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Abad v. Colvin

United States District Court, W.D. Washington, Tacoma

April 17, 2014

JACK SANTORNINO ABAD, Plaintiff,
v.
CAROLYN W. COLVIN, Acting Commissioner of the Social Security Administration, Defendant.

REPORT AND RECOMMENDATION ON PLAINTIFF'S COMPLAINT

J. RICHARD CREATURA, Magistrate Judge.

This matter has been referred to United States Magistrate Judge J. Richard Creatura pursuant to 28 U.S.C. § 636(b)(1) and Local Magistrate Judge Rule MJR 4(a)(4), and as authorized by Mathews, Secretary of H.E.W. v. Weber, 423 U.S. 261, 271-72 (1976). This matter has been fully briefed ( see ECF Nos. 12, 13, 14).

After considering and reviewing the record, the Court finds that the ALJ improperly dismissed medical evidence that showed plaintiff's physical and psychological symptoms and limitations, including difficulty maintaining socially appropriate behavior, would prevent plaintiff from working. Therefore, the Court recommends that this case be REVERSED and REMANDED pursuant to sentence four of 42 U.S.C. § 405(g) for reevaluation of the medical evidence and, if appropriate, additional vocational expert testimony.

BACKGROUND

Plaintiff, JACK SANTORNINO ABAD, was born in 1974 and was 32 years old on the alleged date of disability onset of September 1, 2006 ( see Tr. 186, 190). Plaintiff completed ninth grade and then obtained his GED (Tr. 68). Following school, he took a few auto body seminars ( id. ). Plaintiff has worked in construction and painting cars and as a delivery truck driver and house painter (Tr. 64-67). Plaintiff stopped working due to his impairments. (Tr. 65-66, 97-98, 230).

Plaintiff has at least the severe impairments of "bilateral carpal tunnel syndrome, affective disorder, anxiety disorder, substance abuse disorders, and rule out malingering (20 CFR 404.1520(c) and 416.920(c))" (Tr. 28).

At the time of the hearing, plaintiff was living in his parents' basement (Tr. 62).

PROCEDURAL HISTORY

Plaintiff filed an application for disability insurance ("DIB") benefits pursuant to 42 U.S.C. § 423 (Title II) and Supplemental Security Income ("SSI") benefits pursuant to 42 U.S.C. § 1382(a) (Title XVI) of the Social Security Act ( see Tr. 186-193). The applications were denied initially and following reconsideration (Tr. 117-123, 128-139). Plaintiff's requested hearing was held before Administrative Law Judge Cheri L. Filion ("the ALJ") on March 6, 2012 ( see Tr. 51-110). On April 23, 2012, the ALJ issued a written decision in which the ALJ concluded that plaintiff was not disabled pursuant to the Social Security Act ( see Tr. 22-49).

On February 20, 2013, the Appeals Council denied plaintiff's request for review, making the written decision by the ALJ the final agency decision subject to judicial review (Tr. 1-6). See 20 C.F.R. § 404.981. Plaintiff filed a complaint in this Court seeking judicial review of the ALJ's written decision in April 2013 ( see ECF Nos. 1, 3). Defendant filed the sealed administrative record regarding this matter on June 26, 2013 ( see ECF Nos. 9, 10).

In plaintiff's Opening Brief, plaintiff raises the following issues: (1) Whether the ALJ erred when the ALJ failed to adopt or give any reason for rejecting the opinion of state agency medical consultant Alnoor Virji, M.D.; (2) Whether the ALJ erred when the ALJ failed to adopt or give any reason for rejecting the opinions of state agency medical consultants John Robinson, Ph.D. and Thomas Clifford, Ph.D.; (3) Whether the ALJ erred when the ALJ rejected the opinions of plaintiff's treating psychologist Antone Pryor, Ph.D.; and (4) Whether the ALJ erred when the ALJ rejected the opinion of examining psychologist Daniel Neims, Psy.D. ( see ECF No. 12, pp. 1-2).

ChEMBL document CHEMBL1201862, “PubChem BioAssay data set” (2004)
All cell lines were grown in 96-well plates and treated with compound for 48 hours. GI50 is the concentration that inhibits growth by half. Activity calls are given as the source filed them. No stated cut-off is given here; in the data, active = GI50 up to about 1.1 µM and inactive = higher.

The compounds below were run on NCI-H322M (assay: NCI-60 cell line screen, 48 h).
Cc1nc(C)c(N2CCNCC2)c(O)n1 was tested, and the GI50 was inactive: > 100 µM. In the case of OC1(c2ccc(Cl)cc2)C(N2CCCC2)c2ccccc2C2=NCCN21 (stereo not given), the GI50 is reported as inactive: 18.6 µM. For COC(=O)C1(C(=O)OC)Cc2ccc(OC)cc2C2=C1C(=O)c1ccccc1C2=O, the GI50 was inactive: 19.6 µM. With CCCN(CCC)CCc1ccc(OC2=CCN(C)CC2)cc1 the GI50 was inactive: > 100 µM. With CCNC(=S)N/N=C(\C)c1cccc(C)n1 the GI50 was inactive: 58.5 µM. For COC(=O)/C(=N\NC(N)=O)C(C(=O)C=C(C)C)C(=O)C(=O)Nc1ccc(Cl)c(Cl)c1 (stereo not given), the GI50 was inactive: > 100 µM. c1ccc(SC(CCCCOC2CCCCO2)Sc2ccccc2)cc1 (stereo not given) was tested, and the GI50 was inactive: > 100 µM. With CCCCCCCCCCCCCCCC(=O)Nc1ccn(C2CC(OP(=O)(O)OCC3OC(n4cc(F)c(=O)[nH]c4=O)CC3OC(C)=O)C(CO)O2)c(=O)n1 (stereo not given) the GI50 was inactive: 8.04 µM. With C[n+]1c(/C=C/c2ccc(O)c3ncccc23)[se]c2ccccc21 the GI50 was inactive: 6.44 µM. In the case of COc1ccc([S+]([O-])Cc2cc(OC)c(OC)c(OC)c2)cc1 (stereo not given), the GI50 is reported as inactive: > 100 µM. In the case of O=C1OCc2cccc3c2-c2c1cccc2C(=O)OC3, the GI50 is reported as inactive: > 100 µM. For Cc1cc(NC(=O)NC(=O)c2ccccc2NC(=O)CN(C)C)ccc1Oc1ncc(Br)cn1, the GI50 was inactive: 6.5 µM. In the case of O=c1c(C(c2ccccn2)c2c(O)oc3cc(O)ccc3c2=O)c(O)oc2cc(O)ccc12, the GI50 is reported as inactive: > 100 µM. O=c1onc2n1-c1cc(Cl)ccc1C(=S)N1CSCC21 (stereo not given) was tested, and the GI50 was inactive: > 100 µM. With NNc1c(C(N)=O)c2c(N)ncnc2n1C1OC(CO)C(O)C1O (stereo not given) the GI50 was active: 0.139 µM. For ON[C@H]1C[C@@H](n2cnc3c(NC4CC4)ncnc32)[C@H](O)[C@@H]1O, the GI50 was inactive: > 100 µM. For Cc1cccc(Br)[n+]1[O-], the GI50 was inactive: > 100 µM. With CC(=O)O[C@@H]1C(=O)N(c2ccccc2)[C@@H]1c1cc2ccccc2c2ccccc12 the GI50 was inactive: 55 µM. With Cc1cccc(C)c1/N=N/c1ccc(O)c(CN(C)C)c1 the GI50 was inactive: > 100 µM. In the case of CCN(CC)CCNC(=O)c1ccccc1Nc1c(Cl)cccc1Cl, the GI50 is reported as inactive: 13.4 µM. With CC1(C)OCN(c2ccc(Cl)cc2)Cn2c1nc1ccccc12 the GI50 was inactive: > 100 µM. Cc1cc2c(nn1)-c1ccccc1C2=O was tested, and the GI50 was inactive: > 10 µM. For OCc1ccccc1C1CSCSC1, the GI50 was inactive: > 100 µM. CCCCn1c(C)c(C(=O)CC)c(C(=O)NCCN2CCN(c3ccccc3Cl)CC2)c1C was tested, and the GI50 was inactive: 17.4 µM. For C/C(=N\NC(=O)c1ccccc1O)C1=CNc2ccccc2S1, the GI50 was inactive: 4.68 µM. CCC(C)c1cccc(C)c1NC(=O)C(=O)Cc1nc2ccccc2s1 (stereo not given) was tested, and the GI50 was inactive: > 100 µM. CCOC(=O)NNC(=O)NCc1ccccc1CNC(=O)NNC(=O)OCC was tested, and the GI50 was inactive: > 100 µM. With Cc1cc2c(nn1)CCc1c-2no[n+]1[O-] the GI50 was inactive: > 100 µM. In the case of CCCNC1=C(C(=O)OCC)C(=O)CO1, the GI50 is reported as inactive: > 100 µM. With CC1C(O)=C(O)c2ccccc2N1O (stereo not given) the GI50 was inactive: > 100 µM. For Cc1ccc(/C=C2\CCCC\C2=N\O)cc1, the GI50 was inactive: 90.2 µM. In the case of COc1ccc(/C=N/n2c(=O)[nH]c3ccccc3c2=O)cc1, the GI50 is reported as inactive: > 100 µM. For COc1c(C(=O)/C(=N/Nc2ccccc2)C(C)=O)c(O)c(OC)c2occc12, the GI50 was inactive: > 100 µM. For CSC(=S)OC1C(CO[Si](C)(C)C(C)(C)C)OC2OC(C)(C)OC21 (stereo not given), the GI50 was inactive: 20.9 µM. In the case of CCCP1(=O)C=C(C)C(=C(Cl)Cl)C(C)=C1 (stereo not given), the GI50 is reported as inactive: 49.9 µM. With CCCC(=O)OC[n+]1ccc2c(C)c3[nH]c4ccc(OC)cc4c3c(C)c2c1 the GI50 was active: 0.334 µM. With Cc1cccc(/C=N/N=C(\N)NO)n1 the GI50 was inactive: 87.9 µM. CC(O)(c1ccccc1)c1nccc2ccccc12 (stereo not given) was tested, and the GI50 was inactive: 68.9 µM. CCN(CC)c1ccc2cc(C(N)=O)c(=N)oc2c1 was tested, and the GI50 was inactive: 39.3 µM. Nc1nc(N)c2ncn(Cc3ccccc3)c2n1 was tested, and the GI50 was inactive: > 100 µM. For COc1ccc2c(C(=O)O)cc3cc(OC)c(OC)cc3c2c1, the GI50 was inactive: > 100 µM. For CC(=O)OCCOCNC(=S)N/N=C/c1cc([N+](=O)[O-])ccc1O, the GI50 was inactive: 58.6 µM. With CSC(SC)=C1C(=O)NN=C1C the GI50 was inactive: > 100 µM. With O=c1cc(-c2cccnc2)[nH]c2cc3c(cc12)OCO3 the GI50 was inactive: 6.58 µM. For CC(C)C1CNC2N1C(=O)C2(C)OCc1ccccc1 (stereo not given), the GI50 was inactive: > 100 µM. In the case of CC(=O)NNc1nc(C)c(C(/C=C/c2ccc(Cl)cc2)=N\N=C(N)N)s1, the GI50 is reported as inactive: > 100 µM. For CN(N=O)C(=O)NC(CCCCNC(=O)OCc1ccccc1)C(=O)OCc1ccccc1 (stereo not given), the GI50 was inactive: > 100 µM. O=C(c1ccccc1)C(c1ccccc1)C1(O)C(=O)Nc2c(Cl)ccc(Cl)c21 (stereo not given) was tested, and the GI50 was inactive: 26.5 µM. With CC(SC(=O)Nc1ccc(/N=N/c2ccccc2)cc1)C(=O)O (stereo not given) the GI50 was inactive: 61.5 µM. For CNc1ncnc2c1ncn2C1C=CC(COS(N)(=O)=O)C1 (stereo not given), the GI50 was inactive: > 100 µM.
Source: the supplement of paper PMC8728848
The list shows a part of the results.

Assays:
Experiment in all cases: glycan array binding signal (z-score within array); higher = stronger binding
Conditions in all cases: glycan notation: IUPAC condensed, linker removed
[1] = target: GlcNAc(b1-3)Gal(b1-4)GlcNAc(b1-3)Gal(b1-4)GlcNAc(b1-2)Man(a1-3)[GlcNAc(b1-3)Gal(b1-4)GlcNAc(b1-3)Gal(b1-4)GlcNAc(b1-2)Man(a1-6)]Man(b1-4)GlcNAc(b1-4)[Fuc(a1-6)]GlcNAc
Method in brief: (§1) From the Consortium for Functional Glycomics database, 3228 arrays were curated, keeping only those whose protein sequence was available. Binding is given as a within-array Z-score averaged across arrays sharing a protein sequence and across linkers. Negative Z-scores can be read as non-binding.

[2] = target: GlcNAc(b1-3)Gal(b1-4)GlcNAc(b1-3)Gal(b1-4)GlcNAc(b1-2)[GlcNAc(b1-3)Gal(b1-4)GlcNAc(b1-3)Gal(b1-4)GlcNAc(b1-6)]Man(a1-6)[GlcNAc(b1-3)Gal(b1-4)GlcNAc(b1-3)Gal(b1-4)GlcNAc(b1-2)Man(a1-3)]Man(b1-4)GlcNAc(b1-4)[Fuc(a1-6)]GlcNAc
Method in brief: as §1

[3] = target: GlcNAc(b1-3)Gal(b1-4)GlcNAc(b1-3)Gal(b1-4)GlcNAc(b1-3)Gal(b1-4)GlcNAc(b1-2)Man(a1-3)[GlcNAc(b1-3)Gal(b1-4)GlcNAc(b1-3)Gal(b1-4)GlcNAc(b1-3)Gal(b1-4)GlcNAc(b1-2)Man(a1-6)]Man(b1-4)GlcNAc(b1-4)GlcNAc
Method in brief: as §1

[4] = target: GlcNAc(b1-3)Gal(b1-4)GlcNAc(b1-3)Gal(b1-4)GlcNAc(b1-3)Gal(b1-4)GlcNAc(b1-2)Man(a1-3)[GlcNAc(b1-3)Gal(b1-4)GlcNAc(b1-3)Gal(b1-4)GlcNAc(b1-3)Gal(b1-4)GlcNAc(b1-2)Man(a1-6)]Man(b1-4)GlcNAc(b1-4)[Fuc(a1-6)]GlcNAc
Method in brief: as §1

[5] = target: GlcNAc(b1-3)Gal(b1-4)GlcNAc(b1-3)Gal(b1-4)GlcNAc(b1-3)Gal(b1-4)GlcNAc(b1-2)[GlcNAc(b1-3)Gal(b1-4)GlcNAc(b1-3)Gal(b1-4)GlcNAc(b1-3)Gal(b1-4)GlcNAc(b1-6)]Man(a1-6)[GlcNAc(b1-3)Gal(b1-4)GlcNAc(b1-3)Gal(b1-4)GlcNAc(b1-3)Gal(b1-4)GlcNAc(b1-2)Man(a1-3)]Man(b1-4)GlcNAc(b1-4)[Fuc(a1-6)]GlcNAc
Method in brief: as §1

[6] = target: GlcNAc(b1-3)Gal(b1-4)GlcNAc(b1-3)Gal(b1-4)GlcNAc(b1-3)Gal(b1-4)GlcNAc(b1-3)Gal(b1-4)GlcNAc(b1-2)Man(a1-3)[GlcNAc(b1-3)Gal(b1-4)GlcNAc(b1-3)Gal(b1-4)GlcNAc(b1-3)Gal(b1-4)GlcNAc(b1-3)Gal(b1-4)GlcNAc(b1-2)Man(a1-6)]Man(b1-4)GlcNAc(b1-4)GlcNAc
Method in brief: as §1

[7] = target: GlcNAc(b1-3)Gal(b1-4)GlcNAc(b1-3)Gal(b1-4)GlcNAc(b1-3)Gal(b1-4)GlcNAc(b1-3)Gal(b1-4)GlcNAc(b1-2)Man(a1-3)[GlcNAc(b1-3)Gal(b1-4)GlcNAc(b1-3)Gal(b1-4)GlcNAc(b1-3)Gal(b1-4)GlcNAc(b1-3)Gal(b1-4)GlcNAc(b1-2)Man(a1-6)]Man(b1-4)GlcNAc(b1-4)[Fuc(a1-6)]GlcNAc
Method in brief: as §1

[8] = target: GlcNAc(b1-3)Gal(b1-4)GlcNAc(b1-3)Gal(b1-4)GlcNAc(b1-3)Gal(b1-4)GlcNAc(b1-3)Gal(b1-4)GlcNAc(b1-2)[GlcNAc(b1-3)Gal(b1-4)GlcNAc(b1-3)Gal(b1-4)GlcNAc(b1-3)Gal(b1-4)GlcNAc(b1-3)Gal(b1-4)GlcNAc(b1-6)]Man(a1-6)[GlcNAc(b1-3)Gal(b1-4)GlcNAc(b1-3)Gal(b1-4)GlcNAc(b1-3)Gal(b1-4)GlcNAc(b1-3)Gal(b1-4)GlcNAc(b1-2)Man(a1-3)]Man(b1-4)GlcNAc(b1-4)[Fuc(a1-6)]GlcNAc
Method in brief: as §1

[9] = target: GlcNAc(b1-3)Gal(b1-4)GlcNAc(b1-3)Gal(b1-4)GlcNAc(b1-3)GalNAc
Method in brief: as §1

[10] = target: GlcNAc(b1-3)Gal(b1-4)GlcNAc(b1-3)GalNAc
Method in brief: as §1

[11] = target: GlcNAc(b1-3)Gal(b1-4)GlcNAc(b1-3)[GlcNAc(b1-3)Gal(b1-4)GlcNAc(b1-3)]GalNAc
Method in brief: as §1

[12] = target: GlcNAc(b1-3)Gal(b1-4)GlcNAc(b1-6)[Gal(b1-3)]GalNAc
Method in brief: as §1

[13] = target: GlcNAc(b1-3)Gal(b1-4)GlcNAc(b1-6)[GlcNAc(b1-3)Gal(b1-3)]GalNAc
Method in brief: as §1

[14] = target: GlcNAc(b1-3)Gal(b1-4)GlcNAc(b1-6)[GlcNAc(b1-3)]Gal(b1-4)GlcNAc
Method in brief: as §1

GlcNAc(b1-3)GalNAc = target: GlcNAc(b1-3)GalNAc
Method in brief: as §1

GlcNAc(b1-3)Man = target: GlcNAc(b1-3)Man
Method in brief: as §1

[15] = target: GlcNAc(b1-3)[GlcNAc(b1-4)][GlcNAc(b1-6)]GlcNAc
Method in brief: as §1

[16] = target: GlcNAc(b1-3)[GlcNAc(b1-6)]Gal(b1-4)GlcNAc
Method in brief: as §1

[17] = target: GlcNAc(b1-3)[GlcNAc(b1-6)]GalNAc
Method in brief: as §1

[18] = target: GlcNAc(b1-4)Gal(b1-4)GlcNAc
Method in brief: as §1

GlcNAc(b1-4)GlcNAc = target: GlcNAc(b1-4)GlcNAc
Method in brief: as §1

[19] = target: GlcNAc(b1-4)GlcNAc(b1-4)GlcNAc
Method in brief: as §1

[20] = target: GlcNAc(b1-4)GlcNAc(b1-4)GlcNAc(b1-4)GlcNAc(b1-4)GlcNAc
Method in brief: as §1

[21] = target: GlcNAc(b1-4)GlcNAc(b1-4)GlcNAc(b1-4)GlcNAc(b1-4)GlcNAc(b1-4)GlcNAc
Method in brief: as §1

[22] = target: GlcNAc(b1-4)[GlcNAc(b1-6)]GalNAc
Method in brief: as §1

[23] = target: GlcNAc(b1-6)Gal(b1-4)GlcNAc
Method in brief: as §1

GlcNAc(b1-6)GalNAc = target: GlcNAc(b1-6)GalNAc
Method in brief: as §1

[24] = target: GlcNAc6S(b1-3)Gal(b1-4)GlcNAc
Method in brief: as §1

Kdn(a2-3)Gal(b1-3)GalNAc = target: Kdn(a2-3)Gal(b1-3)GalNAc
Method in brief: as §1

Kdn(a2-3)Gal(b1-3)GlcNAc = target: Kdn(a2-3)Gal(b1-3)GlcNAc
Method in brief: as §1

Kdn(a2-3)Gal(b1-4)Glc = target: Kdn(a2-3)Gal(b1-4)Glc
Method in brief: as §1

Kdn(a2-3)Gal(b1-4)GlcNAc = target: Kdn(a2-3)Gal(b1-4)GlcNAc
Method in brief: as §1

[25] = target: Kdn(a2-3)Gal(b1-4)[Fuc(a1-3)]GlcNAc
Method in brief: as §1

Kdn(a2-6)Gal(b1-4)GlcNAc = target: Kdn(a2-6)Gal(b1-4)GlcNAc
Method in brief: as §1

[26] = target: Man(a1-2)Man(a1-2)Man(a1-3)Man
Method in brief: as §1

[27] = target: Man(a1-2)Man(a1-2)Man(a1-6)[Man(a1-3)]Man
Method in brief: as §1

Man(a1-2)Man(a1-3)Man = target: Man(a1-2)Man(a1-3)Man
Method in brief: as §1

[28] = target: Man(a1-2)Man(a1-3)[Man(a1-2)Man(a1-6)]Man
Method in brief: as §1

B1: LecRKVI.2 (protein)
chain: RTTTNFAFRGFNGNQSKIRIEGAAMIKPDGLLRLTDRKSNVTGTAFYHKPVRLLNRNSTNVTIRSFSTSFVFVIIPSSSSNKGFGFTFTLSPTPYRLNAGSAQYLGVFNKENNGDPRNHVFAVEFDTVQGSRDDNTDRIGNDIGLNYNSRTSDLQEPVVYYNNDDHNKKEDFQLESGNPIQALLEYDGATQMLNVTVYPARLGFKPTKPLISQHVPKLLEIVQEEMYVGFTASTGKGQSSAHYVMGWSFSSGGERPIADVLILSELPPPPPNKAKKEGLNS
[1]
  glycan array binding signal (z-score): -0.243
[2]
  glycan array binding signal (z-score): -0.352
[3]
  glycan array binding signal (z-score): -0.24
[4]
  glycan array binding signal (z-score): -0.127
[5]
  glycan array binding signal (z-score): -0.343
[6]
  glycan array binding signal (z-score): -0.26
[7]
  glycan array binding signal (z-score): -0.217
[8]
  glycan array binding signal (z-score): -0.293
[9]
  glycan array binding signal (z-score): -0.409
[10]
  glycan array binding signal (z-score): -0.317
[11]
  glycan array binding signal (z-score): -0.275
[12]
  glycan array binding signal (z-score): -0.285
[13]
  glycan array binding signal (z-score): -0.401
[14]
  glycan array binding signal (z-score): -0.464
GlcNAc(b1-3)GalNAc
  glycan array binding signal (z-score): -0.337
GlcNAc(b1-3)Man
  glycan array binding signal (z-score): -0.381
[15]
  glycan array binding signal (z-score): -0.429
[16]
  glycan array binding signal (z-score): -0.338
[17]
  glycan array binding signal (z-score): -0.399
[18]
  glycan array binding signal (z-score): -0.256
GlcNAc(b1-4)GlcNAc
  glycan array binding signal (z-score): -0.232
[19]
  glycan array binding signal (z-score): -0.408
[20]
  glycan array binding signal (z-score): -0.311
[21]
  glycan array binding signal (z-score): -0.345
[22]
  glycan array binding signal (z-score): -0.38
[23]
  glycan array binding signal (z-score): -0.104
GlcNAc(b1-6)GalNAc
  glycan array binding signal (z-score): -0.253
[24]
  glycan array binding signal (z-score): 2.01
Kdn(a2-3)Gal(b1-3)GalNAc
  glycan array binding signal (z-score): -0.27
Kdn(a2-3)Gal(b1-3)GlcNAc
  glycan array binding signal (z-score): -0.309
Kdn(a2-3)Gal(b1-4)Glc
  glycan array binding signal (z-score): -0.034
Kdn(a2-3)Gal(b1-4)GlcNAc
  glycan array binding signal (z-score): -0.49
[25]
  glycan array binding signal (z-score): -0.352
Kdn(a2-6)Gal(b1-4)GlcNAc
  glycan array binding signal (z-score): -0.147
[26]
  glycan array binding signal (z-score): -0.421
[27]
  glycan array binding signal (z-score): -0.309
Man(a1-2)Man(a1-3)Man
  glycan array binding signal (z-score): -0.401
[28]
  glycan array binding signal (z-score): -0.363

STANDARD OF REVIEW

Pursuant to 42 U.S.C. § 405(g), this Court may set aside the Commissioner's denial of social security benefits if the ALJ's findings are based on legal error or not supported by substantial evidence in the record as a whole. Bayliss v. Barnhart, 427 F.3d 1211, 1214 n.1 (9th Cir. 2005) ( citing Tidwell v. Apfel, 161 F.3d 599, 601 (9th Cir. 1999)). "Substantial evidence" is more than a scintilla, less than a preponderance, and is such "relevant evidence as a reasonable mind might accept as adequate to support a conclusion.'" Magallanes v. Bowen, 881 F.2d 747, 750 (9th Cir. 1989) ( quoting Davis v. Heckler, 868 F.2d 323, 325-26 (9th Cir. 1989)). Regarding the question of whether or not substantial evidence supports the findings by the ALJ, the Court should "review the administrative record as a whole, weighing both the evidence that supports and that which detracts from the ALJ's conclusion.'" Andrews v. Shalala, 53 F.3d 1035, 1039 (9th Cir. 1995) ( citing Magallanes, 881 F.2d at 750).

In addition, the Court must independently determine whether or not "the Commissioner's decision is (1) free of legal error and (2) is supported by substantial evidence.'" See Bruce v. Astrue, 557 F.3d 1113, 1115 (9th Cir. 2006) ( citing Moore v. Comm'r of the Soc. Sec. Admin., 278 F.3d 920, 924 (9th Cir. 2002) (collecting cases)); Smolen v. Chater, 80 F.3d 1273, 1279 (9th Cir. 1996) ( citing Stone v. Heckler, 761 F.2d 530, 532 (9th Cir. 1985)). According to the Ninth Circuit, "[l]ong-standing principles of administrative law require us to review the ALJ's decision based on the reasoning and actual findings offered by the ALJ - not post hoc rationalizations that attempt to intuit what the adjudicator may have been thinking." Bray v. Comm'r of the Soc. Sec. Admin, 554 F.3d 1219, 1225-26 (9th Cir. 2009) ( citing SEC v. Chenery Corp., 332 U.S. 194, 196 (1947) (other citation omitted)); see also Molina v. Astrue, 674 F.3d 1104, 1121 (9th Cir. 2012) ("we may not uphold an agency's decision on a ground not actually relied on by the agency") ( citing Chenery Corp, 332 U.S. at 196). In the context of social security ...


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